to these other regions but in the Midwest, how these are used is on corn. There’s one application tasseling [phonetic
sp] and it’s usually on triazole alone or paired with another fungicide like, with a
different mode of action like a [unintelligible]. In wheat, it requires one to two applications,
for a head scab it depends on whether one or two or used, depends on the disease pressure,
which is related to weather. Third on soybeans. It’s one application, vegetables and fruits,
as you heard, a similar to the Northeast. There are multiple applications. Some are triazoles alone, but many are combination
project products. In the Midwest, the acreage of fruits and
vegetables are dwarfed by the acreage of corn and soybeans and wheat. Next slide, please. So, are there may be some potential contributing
environmental factors that may affect aspergillus? There’s no data on this that I know of but
going over it I thought these are two issues that could have some roll over the last 15
years because of the changes that have occurred. So, one of them is conservation agriculture
in, which is basically a reduced tillage. So, because of reduced tillage the crop residue
remains on the soil surface. And in the Midwest, corn soybean rotations
or common. Often, wheat is thrown into that rotation,
but these crops are applied, that triazoles are applied to, are often in rotation. Now, these surface residues — oh wow, that’s
all? Okay. Surface residues are known to increase fungal
diseases. And so, the question is are there greater
exposure to fungicides by aspergillus that may be on the surface residues? Also, climate change may have a roll. Next slide, please. Now, I want to take a moment and just talked
about the possible mitigating factors. There are certain factors that may reduce
exposure of aspergillus in the soil or on the surface, two of these triazoles. One is that the corn and soybean crop canopies
are closed when triazoles are applied, so they do not penetrate to the and the soil
surface. Now, that is not the case in vegetable crops. Next slide, please. Another economic factors that the plant health
applications are not used as much when corn and soybean prices are low. So, research has shown that his kind of applying
one of these fungicides for corn, in the absence of disease, the recovery of cost doesn’t happen. So, I think hopefully we’ll see less of that,
and then we have chemical factors such as combination products. In fact, can you reduce the development of
resistance by, and we heard about that in New York with the partner fungicides. Next slide. Lastly, what can we do to reduce on this risk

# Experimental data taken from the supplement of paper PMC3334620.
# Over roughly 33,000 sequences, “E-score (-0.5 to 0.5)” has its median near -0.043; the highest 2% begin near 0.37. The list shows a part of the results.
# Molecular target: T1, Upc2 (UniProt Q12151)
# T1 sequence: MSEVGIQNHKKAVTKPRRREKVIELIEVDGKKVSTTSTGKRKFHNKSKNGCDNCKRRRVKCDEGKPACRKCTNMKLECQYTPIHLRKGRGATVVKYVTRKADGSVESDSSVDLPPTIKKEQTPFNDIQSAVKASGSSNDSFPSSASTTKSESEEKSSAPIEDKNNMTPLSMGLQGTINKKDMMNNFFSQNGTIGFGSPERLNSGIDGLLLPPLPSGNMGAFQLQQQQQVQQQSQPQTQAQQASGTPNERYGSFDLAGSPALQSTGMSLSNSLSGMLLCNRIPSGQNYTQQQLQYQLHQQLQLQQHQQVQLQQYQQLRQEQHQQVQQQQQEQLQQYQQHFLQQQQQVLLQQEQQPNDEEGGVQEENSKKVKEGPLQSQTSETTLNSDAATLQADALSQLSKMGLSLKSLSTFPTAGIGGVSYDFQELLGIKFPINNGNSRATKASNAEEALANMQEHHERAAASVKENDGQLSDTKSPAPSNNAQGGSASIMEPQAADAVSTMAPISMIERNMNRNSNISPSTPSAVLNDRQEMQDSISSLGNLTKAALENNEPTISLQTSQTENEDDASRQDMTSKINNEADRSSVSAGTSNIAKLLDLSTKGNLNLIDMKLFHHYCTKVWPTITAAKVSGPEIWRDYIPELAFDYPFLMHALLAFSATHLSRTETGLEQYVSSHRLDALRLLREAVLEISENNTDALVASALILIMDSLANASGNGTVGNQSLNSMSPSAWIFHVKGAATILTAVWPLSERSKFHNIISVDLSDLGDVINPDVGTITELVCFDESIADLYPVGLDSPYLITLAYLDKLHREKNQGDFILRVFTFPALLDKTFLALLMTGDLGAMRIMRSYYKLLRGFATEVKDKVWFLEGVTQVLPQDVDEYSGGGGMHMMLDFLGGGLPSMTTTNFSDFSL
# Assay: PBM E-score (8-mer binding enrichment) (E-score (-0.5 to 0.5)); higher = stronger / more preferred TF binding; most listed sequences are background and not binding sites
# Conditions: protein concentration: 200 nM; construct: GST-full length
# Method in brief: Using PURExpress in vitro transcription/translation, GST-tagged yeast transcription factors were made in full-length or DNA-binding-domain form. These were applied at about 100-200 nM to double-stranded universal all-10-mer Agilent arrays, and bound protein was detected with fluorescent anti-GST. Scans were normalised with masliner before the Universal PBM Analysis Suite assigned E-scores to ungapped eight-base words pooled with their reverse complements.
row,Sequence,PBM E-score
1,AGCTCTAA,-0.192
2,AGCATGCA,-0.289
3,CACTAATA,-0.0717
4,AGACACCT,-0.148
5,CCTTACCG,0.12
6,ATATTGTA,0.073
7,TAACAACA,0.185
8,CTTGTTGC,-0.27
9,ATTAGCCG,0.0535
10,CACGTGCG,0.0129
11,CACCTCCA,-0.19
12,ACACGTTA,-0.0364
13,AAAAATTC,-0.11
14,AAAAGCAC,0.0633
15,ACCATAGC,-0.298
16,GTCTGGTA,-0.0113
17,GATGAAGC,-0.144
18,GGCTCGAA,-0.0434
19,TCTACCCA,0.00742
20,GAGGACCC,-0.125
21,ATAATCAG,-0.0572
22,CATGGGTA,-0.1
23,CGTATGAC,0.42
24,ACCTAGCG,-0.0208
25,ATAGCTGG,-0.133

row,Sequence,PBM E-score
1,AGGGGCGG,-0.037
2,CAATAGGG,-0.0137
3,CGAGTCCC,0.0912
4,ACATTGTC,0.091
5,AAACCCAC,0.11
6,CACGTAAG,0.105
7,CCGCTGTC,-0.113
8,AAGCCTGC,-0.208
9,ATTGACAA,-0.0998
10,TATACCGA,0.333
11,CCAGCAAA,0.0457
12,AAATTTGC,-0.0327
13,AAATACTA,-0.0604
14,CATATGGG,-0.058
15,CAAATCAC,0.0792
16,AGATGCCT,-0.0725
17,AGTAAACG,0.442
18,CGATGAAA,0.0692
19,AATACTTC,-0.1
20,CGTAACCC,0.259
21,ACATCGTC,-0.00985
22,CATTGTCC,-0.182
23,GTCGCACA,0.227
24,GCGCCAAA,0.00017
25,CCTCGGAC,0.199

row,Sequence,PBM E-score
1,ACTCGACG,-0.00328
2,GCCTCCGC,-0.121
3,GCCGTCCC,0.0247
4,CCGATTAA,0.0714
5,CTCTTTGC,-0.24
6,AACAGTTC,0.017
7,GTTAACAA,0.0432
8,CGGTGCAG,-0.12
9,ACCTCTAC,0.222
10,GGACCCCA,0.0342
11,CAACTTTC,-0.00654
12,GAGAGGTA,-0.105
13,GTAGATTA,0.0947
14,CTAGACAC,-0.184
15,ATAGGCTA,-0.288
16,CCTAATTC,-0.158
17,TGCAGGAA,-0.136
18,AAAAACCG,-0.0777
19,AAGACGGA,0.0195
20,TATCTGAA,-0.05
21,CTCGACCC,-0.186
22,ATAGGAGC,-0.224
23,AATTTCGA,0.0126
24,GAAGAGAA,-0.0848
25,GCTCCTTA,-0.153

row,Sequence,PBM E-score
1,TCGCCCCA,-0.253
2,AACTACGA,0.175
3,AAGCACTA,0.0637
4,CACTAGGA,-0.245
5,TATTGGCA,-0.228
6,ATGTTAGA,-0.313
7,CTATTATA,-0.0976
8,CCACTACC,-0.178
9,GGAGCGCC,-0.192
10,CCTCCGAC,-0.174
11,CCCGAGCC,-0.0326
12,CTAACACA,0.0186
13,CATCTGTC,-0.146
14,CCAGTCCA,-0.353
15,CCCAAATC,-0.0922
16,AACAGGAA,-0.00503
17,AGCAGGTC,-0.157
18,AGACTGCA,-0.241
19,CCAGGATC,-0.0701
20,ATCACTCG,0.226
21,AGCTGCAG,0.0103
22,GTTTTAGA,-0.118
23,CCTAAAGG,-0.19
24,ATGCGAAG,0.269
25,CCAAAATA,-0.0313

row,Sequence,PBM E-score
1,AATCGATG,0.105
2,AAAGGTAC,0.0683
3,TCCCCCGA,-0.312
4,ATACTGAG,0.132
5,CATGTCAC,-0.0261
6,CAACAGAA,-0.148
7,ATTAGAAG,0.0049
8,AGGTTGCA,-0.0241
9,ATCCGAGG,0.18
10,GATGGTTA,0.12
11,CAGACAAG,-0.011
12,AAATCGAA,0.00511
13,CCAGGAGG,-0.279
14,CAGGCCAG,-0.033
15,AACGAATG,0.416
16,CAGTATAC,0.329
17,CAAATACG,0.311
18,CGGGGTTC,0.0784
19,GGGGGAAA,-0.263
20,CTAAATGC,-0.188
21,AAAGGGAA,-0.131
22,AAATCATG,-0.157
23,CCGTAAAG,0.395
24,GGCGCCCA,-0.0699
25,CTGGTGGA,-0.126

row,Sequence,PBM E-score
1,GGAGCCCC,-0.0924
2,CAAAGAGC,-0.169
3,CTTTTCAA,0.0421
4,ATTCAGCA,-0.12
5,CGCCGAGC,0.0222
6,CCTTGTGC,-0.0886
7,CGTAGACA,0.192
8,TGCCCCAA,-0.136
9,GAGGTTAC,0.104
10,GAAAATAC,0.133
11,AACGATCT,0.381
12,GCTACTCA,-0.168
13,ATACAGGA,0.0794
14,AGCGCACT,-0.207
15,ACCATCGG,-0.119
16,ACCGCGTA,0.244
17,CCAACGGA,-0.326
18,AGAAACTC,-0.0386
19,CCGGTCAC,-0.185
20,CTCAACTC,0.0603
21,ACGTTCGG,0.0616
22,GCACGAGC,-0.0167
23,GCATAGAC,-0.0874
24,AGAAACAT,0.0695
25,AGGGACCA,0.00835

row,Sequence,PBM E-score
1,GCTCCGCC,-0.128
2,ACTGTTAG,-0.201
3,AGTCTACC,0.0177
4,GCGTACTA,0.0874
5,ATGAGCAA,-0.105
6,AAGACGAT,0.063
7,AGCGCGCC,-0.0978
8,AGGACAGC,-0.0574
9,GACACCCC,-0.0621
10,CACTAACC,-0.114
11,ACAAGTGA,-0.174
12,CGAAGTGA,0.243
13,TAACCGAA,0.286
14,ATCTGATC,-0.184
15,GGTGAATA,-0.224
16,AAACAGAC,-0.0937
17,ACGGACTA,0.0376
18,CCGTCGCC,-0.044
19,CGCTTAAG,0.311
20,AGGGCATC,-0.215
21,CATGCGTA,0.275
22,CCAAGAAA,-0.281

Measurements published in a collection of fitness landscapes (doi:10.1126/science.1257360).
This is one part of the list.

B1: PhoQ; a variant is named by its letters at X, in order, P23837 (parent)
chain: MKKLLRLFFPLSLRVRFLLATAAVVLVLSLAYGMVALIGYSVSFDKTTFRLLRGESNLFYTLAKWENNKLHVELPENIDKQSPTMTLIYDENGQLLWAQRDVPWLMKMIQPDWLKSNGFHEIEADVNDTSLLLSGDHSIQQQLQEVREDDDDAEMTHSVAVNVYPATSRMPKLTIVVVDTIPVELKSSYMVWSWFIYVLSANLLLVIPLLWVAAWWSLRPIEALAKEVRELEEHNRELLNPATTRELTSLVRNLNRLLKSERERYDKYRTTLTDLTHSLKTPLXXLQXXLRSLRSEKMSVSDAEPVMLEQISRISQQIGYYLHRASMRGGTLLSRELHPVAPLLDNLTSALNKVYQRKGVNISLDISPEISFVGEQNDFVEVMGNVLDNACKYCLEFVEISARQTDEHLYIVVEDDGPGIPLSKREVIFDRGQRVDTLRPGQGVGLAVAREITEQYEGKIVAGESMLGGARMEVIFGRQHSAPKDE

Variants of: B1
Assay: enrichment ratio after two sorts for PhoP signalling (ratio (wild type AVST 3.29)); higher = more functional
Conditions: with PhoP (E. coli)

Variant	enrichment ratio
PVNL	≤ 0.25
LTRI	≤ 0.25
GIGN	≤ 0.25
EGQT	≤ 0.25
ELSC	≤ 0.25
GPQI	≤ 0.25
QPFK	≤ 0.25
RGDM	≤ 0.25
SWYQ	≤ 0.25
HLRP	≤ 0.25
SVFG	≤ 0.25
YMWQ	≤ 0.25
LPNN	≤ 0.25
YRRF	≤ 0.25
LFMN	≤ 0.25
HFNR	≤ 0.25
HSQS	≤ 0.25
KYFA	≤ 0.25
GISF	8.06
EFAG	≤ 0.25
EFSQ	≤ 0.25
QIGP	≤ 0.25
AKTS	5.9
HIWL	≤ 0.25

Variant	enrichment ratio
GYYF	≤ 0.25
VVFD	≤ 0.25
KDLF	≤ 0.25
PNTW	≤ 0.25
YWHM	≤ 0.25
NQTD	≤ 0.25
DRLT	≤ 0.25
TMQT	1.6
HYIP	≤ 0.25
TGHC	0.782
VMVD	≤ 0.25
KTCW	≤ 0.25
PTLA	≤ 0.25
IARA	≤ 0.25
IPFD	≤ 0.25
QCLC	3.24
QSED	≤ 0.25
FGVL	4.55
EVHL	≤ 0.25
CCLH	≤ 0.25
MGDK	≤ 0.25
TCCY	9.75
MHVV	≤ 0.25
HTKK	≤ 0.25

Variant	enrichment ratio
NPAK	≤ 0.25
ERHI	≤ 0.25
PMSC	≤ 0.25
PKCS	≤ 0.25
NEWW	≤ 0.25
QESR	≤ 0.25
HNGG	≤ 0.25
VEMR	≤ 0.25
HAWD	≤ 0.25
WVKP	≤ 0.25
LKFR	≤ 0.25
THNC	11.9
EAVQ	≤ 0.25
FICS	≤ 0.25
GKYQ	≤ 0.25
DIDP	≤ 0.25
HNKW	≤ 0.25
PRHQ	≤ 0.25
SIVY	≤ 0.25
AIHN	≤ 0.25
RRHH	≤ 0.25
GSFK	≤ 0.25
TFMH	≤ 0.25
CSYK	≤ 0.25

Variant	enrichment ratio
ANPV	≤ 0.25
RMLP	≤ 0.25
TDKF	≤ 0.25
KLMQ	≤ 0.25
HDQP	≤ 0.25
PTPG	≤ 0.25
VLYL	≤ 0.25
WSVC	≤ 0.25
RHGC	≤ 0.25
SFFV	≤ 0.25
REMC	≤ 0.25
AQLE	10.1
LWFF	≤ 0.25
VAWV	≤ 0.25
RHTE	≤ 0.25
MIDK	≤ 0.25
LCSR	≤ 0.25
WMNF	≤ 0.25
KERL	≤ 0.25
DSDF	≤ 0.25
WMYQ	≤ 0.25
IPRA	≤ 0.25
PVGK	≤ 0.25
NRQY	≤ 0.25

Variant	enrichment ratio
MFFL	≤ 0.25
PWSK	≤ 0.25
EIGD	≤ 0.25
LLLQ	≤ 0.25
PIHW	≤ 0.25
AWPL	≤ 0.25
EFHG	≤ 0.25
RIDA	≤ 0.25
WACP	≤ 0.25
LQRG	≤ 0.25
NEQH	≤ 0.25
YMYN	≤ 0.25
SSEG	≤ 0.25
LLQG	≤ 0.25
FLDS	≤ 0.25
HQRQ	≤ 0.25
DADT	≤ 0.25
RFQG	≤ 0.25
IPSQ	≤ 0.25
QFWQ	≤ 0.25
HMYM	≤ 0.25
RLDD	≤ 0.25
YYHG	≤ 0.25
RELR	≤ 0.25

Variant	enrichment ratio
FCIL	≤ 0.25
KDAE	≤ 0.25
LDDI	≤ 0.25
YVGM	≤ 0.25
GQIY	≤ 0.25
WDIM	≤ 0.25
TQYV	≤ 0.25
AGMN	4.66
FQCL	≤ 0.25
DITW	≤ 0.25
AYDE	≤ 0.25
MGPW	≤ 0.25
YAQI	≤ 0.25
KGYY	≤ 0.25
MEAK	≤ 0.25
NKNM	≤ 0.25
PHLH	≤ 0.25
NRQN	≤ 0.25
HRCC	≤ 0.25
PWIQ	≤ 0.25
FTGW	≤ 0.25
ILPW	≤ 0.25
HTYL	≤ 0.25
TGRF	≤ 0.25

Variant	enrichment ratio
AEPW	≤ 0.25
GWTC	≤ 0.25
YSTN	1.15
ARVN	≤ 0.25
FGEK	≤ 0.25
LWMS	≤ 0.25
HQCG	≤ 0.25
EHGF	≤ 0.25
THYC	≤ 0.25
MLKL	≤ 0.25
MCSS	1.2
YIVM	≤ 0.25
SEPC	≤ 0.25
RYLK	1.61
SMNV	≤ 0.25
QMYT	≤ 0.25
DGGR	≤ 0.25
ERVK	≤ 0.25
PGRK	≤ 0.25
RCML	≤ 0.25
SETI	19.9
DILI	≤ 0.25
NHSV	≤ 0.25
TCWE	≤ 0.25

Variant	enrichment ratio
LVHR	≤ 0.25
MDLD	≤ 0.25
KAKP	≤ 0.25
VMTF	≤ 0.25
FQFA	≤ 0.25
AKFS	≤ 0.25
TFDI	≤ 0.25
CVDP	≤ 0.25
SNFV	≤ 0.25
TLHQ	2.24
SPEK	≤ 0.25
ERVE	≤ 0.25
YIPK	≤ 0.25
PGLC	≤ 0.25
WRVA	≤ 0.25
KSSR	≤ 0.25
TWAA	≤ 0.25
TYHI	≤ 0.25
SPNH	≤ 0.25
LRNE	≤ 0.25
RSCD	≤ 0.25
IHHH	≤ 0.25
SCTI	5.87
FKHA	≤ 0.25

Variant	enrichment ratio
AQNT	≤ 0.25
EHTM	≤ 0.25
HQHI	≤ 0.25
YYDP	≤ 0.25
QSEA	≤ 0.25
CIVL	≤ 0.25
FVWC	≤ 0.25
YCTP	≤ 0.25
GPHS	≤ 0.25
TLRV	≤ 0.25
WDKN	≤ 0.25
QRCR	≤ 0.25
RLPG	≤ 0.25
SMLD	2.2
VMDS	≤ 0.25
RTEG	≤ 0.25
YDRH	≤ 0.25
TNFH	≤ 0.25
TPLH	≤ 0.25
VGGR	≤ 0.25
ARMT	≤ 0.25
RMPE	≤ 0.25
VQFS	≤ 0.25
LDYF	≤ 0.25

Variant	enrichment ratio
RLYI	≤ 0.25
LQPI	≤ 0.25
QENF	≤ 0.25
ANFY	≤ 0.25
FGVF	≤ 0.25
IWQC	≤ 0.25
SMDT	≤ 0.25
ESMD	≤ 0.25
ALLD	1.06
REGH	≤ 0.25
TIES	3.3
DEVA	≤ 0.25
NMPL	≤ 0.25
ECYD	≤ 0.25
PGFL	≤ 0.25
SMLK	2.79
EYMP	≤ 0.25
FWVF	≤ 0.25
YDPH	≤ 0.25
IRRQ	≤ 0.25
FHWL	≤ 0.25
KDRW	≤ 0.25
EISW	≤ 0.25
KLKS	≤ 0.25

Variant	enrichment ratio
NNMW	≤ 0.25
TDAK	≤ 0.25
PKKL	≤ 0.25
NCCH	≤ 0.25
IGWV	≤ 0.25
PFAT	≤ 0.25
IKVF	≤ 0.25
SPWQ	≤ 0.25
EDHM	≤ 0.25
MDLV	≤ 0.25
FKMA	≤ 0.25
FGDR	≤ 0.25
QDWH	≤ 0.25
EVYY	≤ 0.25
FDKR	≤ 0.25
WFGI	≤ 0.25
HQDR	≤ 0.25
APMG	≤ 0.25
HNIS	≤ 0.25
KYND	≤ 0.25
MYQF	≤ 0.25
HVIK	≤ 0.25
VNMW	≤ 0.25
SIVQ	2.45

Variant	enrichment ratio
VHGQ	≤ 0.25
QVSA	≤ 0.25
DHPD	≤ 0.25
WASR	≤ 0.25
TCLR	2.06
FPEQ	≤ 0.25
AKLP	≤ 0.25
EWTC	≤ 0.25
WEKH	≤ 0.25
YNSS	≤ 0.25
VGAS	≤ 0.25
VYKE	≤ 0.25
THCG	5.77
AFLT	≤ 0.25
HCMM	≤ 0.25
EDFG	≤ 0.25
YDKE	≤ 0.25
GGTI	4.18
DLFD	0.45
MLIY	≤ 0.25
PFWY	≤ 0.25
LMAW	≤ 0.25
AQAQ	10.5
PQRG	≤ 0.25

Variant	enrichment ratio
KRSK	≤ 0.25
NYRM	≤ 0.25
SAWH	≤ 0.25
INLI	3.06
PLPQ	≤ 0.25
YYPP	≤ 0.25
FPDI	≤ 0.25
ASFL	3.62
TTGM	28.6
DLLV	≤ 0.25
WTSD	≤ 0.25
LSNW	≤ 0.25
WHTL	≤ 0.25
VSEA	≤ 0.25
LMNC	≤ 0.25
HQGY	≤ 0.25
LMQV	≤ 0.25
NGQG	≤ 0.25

of environmental azole resistance in aspergillus? Primarily, utilizes integrated pest management,
high varieties with high disease-resistant, cultural practices that Dr. Cox mentioned
earlier, and only applying fungicides when they’re warranted by using economic thresholds. And that’s zero. So, I’ll close there, thank you.>>Aileen Marty: Thank you very much Dr. Miller. And now we move on to Dr. Jacques Meis, on
emergence of azole resistant aspergillus fumigatus and at One Health. He is the deputy director of the Center of
Expertise of Mycology and a consultant at the Department of Medical Microbiology and
Infectious Diseases at Kansas Wilhelmina Hospital, both in the Netherlands.>>Jacques Meis: Thank you. Dr. Marty, members of the committee, it’s
really a pleasure to sit in front of the presidential advisory committee. And what I will do in the next 15 minutes,
I will actually summarize an editorial, which I wrote last year about this topic, this specific
topic, and I will go a little bit deeper into the slide switch Tom Chiller just mentioned. I’m from — next slide, please. I’m from Nijmegen, you can actually see in
the spot. It’s actually — Netherlands is a very small
country, and we are, of course, always the second. But in this case, we have one center of expertise,
and from there we serve the whole of the Netherlands. We do all the consultations for all the difficult
fungal infections, in cases of diagnosis, and they’re treatment. Next slide, please. Next, slide, please. So, how did it all start? It’s about 20 years ago that we discovered
that it was an increase in azole and clinical azole resistant aspergillus [unintelligible]. And as you can see in the slide, in 1999 there
were barely resistance and then from 1999 onwards until now, 2018, it was a steady increase
in clinical azole resistant aspergillus [unintelligible]. These are cultured collections, which are
kept and tested in batch. As you also can see, and Dr. Chiller mentioned
it, it’s actually only one, the majority consists of one type of resistance, and that’s the
TR34L98H mutations. And, now, or last year, 2018, it was above
10 percent in this center. Next slide, please. So, this resistance mechanism consists of
a tandem repeat in the promoter of this SIP51 A gene as you can see here, and this repeats,
which was shown in uses the reading of first SIP51 A. We now, have also a TR96, TR 120,